Published On: Mon, Sep 11th, 2017

India is Testing the Pak-China Friendship, but Alas!

Chinese President Hu Jintao (R) and his Pakistani counterpart Asif Ali Zardari stand near their respective country’s flags during a signing ceremony at the Great Hall of the People in Beijing October 15, 2008. Zardari arrived on Tuesday for his first visit to China as president, and has said he wants his four-day trip “to remind the leadership of the world how close our relationship is”. Pakistan is set to usher in a series of agreements with China during the trip, highlighting Islamabad’s hopes that Beijing will help it through economic and diplomatic troubles.

By Ishaal Zehra

It is said that China makes time an ally. And the recent BRICS summit held at ‎Xiamen, China, upheld the saying. Understandably, some are calling this summit the second coming of BRICS.

Not long back, the United States was seen criticizing China of building a ‘great wall of self-isolation’ around herself. Today the Geopolitical environment has changed with such a degree that opposite seem more accurate. The most obvious change, in this altering scenario, has been the advent of Donald Trump as the President of the United States. Since his beginning in the oval office, he has been a disruptive force internationally. His rebuking of climate change, globalization, treaty allies accompanied by the policies of continuing US interventions in Afghanistan and Iraq signals abandonment of American exceptionalism; that holds that the United States is extraordinarily unique among nations in a very positive way, particularly with respect to its ideals of democracy and personal freedom.

KC Singh, a former Indian ambassador who retired as secretary in the external affairs ministry explains the situation in quite apropos way. He opines, “Trump has approved a significant troop surge in Afghanistan, berated Pakistan for its complicity in abetting terror, needled China over its unwillingness or inability to restrain North Korea, and found US-Russia relations in a bind with the Congress sanctioning Russia and the president not knowing whether he trusts or distrusts President Vladimir Putin.” Whereas, “the BRICS Summit was hosted by China to see how it could leverage the grouping to capture more of the strategic space vacated by Trump, and impose a new order with Chinese characteristics on global trade, finance and governance.”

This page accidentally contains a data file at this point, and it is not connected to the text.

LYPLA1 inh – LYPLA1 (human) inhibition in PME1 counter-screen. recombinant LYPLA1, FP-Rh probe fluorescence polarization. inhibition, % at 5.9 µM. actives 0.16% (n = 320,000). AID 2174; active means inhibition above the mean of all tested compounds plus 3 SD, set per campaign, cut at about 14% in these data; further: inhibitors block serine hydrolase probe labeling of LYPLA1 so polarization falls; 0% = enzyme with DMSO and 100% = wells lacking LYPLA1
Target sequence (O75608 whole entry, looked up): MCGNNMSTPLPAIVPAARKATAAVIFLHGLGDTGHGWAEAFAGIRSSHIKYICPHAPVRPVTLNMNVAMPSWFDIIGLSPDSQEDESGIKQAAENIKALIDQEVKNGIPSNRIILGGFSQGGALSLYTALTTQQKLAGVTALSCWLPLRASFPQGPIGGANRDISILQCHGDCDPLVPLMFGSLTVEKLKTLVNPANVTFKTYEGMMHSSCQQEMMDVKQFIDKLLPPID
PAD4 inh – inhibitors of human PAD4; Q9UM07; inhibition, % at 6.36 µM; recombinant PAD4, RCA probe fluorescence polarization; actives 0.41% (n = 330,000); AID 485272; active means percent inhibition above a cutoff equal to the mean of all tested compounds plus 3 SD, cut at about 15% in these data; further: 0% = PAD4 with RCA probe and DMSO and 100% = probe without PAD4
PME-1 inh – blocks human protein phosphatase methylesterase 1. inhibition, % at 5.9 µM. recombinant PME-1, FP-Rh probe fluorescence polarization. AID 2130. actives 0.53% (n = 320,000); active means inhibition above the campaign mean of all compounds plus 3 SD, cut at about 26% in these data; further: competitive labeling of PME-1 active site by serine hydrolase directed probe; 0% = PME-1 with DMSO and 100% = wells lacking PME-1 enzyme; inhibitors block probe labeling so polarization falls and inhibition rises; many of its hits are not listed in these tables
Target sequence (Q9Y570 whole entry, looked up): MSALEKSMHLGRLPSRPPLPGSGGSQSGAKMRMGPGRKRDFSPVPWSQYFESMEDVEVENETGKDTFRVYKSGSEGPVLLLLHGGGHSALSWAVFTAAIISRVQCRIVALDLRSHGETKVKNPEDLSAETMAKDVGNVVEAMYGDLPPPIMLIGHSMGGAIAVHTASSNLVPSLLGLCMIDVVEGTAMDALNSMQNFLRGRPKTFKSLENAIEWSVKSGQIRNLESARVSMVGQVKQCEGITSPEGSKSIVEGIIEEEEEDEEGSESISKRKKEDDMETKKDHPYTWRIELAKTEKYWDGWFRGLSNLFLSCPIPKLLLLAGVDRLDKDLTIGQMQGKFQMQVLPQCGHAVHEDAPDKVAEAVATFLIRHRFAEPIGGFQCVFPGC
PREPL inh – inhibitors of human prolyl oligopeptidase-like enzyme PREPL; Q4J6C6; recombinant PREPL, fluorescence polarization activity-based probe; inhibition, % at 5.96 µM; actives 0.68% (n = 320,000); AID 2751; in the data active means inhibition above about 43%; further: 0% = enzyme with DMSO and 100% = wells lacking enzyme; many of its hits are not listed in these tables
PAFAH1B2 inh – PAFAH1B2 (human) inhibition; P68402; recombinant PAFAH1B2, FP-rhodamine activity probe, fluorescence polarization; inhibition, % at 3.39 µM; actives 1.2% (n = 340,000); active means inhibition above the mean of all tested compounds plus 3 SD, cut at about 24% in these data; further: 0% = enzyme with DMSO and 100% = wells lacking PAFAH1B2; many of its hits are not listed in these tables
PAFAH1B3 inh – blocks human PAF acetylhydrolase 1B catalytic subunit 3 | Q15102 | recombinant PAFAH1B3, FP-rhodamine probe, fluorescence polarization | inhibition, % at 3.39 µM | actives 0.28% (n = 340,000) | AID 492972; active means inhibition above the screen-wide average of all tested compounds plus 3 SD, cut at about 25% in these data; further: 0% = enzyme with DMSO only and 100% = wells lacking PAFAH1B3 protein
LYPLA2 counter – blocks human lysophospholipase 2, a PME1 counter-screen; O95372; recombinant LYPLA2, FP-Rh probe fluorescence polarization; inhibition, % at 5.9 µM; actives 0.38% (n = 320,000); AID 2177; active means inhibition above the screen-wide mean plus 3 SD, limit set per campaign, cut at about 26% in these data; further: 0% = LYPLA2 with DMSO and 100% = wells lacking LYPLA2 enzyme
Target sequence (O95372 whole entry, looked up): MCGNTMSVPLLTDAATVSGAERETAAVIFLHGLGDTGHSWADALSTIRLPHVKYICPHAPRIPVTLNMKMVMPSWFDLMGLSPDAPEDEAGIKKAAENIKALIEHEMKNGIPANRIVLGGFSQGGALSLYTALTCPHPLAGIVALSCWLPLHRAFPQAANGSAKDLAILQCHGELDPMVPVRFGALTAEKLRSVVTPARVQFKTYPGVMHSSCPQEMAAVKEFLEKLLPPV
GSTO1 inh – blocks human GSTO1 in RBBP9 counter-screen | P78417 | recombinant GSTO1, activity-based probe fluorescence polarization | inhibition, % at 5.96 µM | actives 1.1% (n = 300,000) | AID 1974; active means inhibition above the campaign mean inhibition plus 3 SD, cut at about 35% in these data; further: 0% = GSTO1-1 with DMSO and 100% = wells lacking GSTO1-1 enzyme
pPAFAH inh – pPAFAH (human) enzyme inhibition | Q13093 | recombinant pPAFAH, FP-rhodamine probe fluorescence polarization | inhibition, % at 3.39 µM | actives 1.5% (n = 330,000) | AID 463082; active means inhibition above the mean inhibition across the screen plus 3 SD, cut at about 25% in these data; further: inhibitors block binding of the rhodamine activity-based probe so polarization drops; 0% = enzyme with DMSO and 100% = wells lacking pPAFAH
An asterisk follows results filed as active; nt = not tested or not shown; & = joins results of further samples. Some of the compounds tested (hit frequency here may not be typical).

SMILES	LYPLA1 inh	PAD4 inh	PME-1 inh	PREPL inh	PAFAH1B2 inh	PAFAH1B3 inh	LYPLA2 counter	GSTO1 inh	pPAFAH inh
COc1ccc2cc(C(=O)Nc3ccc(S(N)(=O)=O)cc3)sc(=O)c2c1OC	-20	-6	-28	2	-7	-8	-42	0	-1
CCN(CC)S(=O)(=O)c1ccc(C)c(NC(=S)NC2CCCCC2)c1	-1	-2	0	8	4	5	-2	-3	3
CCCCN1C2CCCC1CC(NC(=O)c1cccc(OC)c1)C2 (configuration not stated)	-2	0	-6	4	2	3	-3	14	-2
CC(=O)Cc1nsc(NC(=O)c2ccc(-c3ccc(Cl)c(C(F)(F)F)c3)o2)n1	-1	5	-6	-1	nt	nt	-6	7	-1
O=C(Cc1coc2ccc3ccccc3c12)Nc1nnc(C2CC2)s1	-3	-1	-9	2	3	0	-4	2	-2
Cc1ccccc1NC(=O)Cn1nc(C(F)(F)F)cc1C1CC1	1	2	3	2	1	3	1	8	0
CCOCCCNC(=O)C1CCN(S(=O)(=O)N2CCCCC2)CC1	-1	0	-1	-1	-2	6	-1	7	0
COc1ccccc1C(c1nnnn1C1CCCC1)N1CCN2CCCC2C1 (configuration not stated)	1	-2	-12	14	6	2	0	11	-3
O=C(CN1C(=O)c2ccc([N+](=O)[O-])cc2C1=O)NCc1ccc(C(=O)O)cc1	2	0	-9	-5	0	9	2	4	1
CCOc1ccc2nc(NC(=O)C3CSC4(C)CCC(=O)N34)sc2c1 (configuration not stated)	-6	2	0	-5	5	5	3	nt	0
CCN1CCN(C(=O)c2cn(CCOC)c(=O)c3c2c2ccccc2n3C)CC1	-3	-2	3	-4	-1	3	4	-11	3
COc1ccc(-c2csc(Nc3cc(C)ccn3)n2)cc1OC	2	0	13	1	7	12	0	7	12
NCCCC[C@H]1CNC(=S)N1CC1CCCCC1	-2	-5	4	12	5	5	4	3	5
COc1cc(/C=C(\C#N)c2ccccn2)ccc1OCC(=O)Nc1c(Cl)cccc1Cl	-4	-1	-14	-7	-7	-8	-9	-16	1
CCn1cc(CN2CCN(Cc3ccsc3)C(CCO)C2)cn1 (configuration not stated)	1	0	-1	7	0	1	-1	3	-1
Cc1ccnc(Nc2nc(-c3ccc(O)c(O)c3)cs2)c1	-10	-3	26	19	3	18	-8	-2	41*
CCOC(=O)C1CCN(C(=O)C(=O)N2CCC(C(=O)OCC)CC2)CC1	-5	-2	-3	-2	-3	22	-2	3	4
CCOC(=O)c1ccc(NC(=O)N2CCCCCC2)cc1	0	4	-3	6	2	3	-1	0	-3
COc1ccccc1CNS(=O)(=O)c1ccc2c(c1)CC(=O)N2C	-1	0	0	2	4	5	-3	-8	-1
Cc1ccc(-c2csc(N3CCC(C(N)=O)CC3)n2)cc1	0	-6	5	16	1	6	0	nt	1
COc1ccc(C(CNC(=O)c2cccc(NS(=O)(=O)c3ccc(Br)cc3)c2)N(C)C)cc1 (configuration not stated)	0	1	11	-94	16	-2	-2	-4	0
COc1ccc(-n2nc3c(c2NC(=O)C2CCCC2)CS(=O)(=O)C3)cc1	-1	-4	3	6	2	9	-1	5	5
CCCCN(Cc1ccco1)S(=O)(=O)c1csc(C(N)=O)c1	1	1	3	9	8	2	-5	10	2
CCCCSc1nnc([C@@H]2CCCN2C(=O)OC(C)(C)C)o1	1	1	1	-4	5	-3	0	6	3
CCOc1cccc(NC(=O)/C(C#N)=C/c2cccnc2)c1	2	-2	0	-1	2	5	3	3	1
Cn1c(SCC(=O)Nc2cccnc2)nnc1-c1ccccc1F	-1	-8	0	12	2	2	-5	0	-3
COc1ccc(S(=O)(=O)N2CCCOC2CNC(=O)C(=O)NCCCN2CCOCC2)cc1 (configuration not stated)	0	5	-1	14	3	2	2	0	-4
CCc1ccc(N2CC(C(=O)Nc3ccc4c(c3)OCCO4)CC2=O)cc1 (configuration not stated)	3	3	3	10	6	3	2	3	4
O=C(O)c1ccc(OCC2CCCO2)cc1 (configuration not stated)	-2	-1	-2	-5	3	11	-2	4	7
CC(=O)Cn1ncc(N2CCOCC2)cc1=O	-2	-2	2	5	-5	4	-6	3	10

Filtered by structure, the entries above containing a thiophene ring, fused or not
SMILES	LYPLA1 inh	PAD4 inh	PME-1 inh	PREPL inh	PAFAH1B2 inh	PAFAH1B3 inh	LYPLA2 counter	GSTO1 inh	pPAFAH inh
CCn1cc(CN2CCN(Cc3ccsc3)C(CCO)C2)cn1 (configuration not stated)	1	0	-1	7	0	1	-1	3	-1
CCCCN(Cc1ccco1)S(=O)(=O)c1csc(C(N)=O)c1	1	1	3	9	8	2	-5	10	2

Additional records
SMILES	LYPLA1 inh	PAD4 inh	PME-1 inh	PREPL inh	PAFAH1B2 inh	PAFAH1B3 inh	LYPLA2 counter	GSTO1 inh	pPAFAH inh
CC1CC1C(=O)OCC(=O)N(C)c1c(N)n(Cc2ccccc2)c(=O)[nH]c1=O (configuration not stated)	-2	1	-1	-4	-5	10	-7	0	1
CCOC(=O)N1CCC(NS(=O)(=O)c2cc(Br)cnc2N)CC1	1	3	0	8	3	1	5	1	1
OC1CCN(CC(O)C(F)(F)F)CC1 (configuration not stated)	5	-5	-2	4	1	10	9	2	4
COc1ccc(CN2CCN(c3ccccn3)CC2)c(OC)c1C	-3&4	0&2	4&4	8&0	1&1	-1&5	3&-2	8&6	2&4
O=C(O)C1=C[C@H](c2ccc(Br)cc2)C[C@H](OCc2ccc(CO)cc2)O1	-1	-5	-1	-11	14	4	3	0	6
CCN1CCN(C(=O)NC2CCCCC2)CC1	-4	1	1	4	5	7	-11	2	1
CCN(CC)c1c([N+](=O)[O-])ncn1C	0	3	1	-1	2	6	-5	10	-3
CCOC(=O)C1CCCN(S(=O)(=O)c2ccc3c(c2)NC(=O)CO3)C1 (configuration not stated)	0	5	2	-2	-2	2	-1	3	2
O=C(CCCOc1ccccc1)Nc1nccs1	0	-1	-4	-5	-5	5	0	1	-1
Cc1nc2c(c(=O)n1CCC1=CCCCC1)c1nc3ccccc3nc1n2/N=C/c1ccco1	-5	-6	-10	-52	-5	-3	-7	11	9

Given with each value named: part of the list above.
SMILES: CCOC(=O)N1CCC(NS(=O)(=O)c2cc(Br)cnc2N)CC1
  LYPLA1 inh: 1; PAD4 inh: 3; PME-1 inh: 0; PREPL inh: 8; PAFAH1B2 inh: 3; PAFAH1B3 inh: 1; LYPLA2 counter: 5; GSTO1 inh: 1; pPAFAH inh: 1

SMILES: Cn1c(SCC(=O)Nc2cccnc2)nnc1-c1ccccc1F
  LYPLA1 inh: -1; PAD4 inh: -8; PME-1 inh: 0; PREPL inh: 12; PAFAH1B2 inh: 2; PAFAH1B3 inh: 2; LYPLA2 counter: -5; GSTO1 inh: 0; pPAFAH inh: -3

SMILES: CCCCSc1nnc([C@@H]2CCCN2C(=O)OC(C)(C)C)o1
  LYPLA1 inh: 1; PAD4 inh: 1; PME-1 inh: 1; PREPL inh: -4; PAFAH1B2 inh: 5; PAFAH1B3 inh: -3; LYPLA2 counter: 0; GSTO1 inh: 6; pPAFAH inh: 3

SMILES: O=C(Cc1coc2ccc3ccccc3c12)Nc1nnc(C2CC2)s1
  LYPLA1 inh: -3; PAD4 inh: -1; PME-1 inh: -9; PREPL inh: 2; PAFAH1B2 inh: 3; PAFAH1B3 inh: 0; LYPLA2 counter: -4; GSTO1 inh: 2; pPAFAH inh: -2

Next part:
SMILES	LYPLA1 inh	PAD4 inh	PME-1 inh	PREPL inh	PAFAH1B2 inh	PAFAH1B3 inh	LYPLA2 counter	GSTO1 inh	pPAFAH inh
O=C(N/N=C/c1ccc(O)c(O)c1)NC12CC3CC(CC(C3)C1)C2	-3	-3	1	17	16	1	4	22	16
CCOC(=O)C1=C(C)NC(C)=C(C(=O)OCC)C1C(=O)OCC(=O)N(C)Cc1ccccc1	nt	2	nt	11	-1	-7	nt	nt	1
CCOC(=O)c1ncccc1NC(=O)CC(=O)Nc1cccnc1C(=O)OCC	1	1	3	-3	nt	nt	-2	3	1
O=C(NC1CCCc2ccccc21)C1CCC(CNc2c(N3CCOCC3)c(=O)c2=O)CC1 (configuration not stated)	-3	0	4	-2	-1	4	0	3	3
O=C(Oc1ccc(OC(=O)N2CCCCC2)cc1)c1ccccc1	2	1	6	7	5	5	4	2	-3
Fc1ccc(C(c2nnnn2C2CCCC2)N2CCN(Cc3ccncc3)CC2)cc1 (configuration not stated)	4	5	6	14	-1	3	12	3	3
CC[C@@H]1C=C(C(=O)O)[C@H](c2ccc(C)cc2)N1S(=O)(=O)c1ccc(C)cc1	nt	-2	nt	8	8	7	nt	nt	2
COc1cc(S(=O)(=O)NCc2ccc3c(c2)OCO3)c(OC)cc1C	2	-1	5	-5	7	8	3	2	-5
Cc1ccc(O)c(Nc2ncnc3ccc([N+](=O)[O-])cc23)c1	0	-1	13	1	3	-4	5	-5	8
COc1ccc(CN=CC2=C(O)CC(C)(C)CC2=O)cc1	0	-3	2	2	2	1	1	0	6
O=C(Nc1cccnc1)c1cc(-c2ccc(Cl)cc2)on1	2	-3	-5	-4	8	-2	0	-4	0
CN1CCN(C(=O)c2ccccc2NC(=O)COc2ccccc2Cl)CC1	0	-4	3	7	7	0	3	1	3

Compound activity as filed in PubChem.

Though China was at a stand-off with India at the Doklam border, still she triumphed to incapacitate the unpleasant situation and managed to tempt India to the summit. Rightly assessing the Indian prime ministers passion for publicity, particularly when the news at home about economy and governance is depressing, China lured him to the BRICS summit entrapping into a political trap.

President Xi once described the BRICS spirit as “equality, innovation, win-win cooperation in seeking common ground while reserving differences,” which has become a major modality of cooperation. During this meeting in Xiamen, discussions have been held on South-South cooperation, international development and cooperation plans. The BRICS summit also pledged opposition to protectionism, denounced North Korea’s latest nuclear test, tougher measures against terrorist groups and the UN reforms. Brazil, Russia, India, China and South Africa agreed in a joint declaration to strengthen cooperation against a range of terrorist organizations, including some allegedly based in Pakistan.